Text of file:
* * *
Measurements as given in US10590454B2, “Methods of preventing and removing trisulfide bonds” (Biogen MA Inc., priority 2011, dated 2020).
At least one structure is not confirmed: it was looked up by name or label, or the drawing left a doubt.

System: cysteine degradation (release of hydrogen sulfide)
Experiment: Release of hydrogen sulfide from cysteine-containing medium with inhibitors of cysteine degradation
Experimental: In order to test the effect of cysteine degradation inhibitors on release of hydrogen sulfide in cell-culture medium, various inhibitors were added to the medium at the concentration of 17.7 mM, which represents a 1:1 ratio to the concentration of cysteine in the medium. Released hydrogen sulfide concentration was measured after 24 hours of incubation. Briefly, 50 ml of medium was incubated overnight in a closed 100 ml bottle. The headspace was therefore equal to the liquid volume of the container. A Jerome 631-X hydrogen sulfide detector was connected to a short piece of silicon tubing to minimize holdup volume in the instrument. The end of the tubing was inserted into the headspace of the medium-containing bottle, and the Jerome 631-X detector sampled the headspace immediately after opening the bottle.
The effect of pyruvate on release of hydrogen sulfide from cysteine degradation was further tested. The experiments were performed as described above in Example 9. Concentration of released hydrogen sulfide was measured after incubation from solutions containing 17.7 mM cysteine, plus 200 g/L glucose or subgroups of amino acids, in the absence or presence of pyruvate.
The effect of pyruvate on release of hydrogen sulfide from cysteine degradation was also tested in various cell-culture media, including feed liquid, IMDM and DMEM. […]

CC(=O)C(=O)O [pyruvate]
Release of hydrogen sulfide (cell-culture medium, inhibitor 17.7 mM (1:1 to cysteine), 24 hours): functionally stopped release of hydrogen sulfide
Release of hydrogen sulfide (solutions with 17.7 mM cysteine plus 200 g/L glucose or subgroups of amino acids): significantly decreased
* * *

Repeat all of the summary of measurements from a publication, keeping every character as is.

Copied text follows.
Measurements as given in US10590454B2, “Methods of preventing and removing trisulfide bonds” (Biogen MA Inc., priority 2011, dated 2020).
At least one structure is not confirmed: it was looked up by name or label, or the drawing left a doubt.

System: cysteine degradation (release of hydrogen sulfide)
Experiment: Release of hydrogen sulfide from cysteine-containing medium with inhibitors of cysteine degradation
Experimental: In order to test the effect of cysteine degradation inhibitors on release of hydrogen sulfide in cell-culture medium, various inhibitors were added to the medium at the concentration of 17.7 mM, which represents a 1:1 ratio to the concentration of cysteine in the medium. Released hydrogen sulfide concentration was measured after 24 hours of incubation. Briefly, 50 ml of medium was incubated overnight in a closed 100 ml bottle. The headspace was therefore equal to the liquid volume of the container. A Jerome 631-X hydrogen sulfide detector was connected to a short piece of silicon tubing to minimize holdup volume in the instrument. The end of the tubing was inserted into the headspace of the medium-containing bottle, and the Jerome 631-X detector sampled the headspace immediately after opening the bottle.
The effect of pyruvate on release of hydrogen sulfide from cysteine degradation was further tested. The experiments were performed as described above in Example 9. Concentration of released hydrogen sulfide was measured after incubation from solutions containing 17.7 mM cysteine, plus 200 g/L glucose or subgroups of amino acids, in the absence or presence of pyruvate.
The effect of pyruvate on release of hydrogen sulfide from cysteine degradation was also tested in various cell-culture media, including feed liquid, IMDM and DMEM. […]

CC(=O)C(=O)O [pyruvate]
Release of hydrogen sulfide (cell-culture medium, inhibitor 17.7 mM (1:1 to cysteine), 24 hours): functionally stopped release of hydrogen sulfide
Release of hydrogen sulfide (solutions with 17.7 mM cysteine plus 200 g/L glucose or subgroups of amino acids): significantly decreased